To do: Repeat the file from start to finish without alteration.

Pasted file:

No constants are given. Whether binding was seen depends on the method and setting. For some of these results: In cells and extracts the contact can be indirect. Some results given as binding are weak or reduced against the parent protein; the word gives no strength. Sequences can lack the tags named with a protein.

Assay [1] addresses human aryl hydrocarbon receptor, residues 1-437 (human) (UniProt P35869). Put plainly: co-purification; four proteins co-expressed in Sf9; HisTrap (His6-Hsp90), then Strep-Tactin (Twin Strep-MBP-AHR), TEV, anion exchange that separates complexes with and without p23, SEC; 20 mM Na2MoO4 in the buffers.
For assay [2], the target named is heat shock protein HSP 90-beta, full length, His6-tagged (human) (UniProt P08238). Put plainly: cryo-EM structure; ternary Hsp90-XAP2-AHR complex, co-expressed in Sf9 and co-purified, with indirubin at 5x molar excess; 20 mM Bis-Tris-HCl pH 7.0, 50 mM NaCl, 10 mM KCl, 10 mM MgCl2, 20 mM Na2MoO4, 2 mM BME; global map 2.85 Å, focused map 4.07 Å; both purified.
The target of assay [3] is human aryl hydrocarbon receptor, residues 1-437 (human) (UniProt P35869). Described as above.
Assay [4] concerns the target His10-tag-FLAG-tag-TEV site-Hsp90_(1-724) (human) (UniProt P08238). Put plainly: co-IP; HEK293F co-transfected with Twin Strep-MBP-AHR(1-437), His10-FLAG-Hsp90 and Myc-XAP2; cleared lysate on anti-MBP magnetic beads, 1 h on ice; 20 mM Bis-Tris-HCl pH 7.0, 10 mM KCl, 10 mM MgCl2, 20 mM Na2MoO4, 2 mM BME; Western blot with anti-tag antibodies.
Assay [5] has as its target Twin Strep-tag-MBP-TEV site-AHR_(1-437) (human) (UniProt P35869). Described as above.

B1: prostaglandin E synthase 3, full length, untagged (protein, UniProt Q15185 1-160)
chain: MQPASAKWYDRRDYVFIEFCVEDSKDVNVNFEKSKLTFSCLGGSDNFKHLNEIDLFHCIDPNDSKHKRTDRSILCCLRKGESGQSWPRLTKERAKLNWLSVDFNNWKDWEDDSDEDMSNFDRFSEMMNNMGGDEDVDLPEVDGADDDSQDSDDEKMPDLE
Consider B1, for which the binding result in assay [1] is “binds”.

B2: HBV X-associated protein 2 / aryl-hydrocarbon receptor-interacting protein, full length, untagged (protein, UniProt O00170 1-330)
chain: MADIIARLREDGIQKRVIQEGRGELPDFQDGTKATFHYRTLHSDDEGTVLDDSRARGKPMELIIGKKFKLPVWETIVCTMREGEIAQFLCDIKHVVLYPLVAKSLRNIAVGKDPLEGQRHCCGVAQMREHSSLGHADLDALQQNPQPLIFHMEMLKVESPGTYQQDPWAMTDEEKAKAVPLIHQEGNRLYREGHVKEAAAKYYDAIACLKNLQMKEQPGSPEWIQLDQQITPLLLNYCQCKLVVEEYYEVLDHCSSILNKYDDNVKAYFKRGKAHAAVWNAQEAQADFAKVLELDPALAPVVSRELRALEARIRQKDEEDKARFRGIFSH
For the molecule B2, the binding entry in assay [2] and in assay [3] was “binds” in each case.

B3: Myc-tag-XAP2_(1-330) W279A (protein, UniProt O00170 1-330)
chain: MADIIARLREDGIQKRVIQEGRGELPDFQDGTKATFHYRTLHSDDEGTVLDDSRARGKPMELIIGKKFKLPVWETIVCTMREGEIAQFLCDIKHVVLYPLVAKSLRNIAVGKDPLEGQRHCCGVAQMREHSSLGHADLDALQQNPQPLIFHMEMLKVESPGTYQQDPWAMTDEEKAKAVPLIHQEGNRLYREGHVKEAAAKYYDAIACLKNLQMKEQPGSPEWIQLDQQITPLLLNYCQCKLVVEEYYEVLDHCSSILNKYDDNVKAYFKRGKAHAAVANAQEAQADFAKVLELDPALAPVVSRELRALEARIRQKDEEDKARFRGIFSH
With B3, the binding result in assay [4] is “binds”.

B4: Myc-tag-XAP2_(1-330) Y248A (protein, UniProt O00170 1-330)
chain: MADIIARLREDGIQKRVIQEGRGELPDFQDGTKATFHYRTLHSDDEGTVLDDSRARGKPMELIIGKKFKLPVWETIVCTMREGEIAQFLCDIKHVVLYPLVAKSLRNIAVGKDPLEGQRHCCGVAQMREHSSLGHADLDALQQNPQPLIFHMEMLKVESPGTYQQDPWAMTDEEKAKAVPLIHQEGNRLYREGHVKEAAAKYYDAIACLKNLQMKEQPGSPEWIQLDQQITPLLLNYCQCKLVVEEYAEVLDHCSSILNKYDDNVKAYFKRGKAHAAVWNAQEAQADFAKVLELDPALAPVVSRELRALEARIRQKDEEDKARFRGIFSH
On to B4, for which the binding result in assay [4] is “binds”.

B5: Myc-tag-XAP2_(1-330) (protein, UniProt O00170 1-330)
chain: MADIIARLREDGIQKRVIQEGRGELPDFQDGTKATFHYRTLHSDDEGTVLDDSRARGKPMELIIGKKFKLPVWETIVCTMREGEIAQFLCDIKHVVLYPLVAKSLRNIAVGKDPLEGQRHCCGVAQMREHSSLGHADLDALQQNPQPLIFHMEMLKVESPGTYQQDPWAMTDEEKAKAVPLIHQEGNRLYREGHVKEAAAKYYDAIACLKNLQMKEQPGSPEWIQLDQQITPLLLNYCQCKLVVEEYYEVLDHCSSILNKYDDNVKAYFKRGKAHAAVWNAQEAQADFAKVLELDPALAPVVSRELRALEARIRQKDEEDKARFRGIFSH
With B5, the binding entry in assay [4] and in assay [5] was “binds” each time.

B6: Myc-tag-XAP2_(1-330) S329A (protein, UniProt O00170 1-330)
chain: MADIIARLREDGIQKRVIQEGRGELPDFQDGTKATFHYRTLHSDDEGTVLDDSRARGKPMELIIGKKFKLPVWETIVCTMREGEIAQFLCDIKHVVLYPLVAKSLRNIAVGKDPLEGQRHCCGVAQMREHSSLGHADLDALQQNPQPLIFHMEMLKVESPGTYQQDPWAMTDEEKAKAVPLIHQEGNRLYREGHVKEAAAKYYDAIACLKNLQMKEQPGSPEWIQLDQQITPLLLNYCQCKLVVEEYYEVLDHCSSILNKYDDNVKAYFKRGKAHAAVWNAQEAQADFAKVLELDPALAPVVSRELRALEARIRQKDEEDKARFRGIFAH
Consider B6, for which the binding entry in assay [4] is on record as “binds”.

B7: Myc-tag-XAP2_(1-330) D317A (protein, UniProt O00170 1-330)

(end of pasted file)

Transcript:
No constants are given. Whether binding was seen depends on the method and setting. For some of these results: In cells and extracts the contact can be indirect. Some results given as binding are weak or reduced against the parent protein; the word gives no strength. Sequences can lack the tags named with a protein.

Assay [1] addresses human aryl hydrocarbon receptor, residues 1-437 (human) (UniProt P35869). Put plainly: co-purification; four proteins co-expressed in Sf9; HisTrap (His6-Hsp90), then Strep-Tactin (Twin Strep-MBP-AHR), TEV, anion exchange that separates complexes with and without p23, SEC; 20 mM Na2MoO4 in the buffers.
For assay [2], the target named is heat shock protein HSP 90-beta, full length, His6-tagged (human) (UniProt P08238). Put plainly: cryo-EM structure; ternary Hsp90-XAP2-AHR complex, co-expressed in Sf9 and co-purified, with indirubin at 5x molar excess; 20 mM Bis-Tris-HCl pH 7.0, 50 mM NaCl, 10 mM KCl, 10 mM MgCl2, 20 mM Na2MoO4, 2 mM BME; global map 2.85 Å, focused map 4.07 Å; both purified.
The target of assay [3] is human aryl hydrocarbon receptor, residues 1-437 (human) (UniProt P35869). Described as above.
Assay [4] concerns the target His10-tag-FLAG-tag-TEV site-Hsp90_(1-724) (human) (UniProt P08238). Put plainly: co-IP; HEK293F co-transfected with Twin Strep-MBP-AHR(1-437), His10-FLAG-Hsp90 and Myc-XAP2; cleared lysate on anti-MBP magnetic beads, 1 h on ice; 20 mM Bis-Tris-HCl pH 7.0, 10 mM KCl, 10 mM MgCl2, 20 mM Na2MoO4, 2 mM BME; Western blot with anti-tag antibodies.
Assay [5] has as its target Twin Strep-tag-MBP-TEV site-AHR_(1-437) (human) (UniProt P35869). Described as above.

B1: prostaglandin E synthase 3, full length, untagged (protein, UniProt Q15185 1-160)
chain: MQPASAKWYDRRDYVFIEFCVEDSKDVNVNFEKSKLTFSCLGGSDNFKHLNEIDLFHCIDPNDSKHKRTDRSILCCLRKGESGQSWPRLTKERAKLNWLSVDFNNWKDWEDDSDEDMSNFDRFSEMMNNMGGDEDVDLPEVDGADDDSQDSDDEKMPDLE
Consider B1, for which the binding result in assay [1] is “binds”.

B2: HBV X-associated protein 2 / aryl-hydrocarbon receptor-interacting protein, full length, untagged (protein, UniProt O00170 1-330)
chain: MADIIARLREDGIQKRVIQEGRGELPDFQDGTKATFHYRTLHSDDEGTVLDDSRARGKPMELIIGKKFKLPVWETIVCTMREGEIAQFLCDIKHVVLYPLVAKSLRNIAVGKDPLEGQRHCCGVAQMREHSSLGHADLDALQQNPQPLIFHMEMLKVESPGTYQQDPWAMTDEEKAKAVPLIHQEGNRLYREGHVKEAAAKYYDAIACLKNLQMKEQPGSPEWIQLDQQITPLLLNYCQCKLVVEEYYEVLDHCSSILNKYDDNVKAYFKRGKAHAAVWNAQEAQADFAKVLELDPALAPVVSRELRALEARIRQKDEEDKARFRGIFSH
For the molecule B2, the binding entry in assay [2] and in assay [3] was “binds” in each case.

B3: Myc-tag-XAP2_(1-330) W279A (protein, UniProt O00170 1-330)
chain: MADIIARLREDGIQKRVIQEGRGELPDFQDGTKATFHYRTLHSDDEGTVLDDSRARGKPMELIIGKKFKLPVWETIVCTMREGEIAQFLCDIKHVVLYPLVAKSLRNIAVGKDPLEGQRHCCGVAQMREHSSLGHADLDALQQNPQPLIFHMEMLKVESPGTYQQDPWAMTDEEKAKAVPLIHQEGNRLYREGHVKEAAAKYYDAIACLKNLQMKEQPGSPEWIQLDQQITPLLLNYCQCKLVVEEYYEVLDHCSSILNKYDDNVKAYFKRGKAHAAVANAQEAQADFAKVLELDPALAPVVSRELRALEARIRQKDEEDKARFRGIFSH
With B3, the binding result in assay [4] is “binds”.

B4: Myc-tag-XAP2_(1-330) Y248A (protein, UniProt O00170 1-330)
chain: MADIIARLREDGIQKRVIQEGRGELPDFQDGTKATFHYRTLHSDDEGTVLDDSRARGKPMELIIGKKFKLPVWETIVCTMREGEIAQFLCDIKHVVLYPLVAKSLRNIAVGKDPLEGQRHCCGVAQMREHSSLGHADLDALQQNPQPLIFHMEMLKVESPGTYQQDPWAMTDEEKAKAVPLIHQEGNRLYREGHVKEAAAKYYDAIACLKNLQMKEQPGSPEWIQLDQQITPLLLNYCQCKLVVEEYAEVLDHCSSILNKYDDNVKAYFKRGKAHAAVWNAQEAQADFAKVLELDPALAPVVSRELRALEARIRQKDEEDKARFRGIFSH
On to B4, for which the binding result in assay [4] is “binds”.

B5: Myc-tag-XAP2_(1-330) (protein, UniProt O00170 1-330)
chain: MADIIARLREDGIQKRVIQEGRGELPDFQDGTKATFHYRTLHSDDEGTVLDDSRARGKPMELIIGKKFKLPVWETIVCTMREGEIAQFLCDIKHVVLYPLVAKSLRNIAVGKDPLEGQRHCCGVAQMREHSSLGHADLDALQQNPQPLIFHMEMLKVESPGTYQQDPWAMTDEEKAKAVPLIHQEGNRLYREGHVKEAAAKYYDAIACLKNLQMKEQPGSPEWIQLDQQITPLLLNYCQCKLVVEEYYEVLDHCSSILNKYDDNVKAYFKRGKAHAAVWNAQEAQADFAKVLELDPALAPVVSRELRALEARIRQKDEEDKARFRGIFSH
With B5, the binding entry in assay [4] and in assay [5] was “binds” each time.

B6: Myc-tag-XAP2_(1-330) S329A (protein, UniProt O00170 1-330)
chain: MADIIARLREDGIQKRVIQEGRGELPDFQDGTKATFHYRTLHSDDEGTVLDDSRARGKPMELIIGKKFKLPVWETIVCTMREGEIAQFLCDIKHVVLYPLVAKSLRNIAVGKDPLEGQRHCCGVAQMREHSSLGHADLDALQQNPQPLIFHMEMLKVESPGTYQQDPWAMTDEEKAKAVPLIHQEGNRLYREGHVKEAAAKYYDAIACLKNLQMKEQPGSPEWIQLDQQITPLLLNYCQCKLVVEEYYEVLDHCSSILNKYDDNVKAYFKRGKAHAAVWNAQEAQADFAKVLELDPALAPVVSRELRALEARIRQKDEEDKARFRGIFAH
Consider B6, for which the binding entry in assay [4] is on record as “binds”.

B7: Myc-tag-XAP2_(1-330) D317A (protein, UniProt O00170 1-330)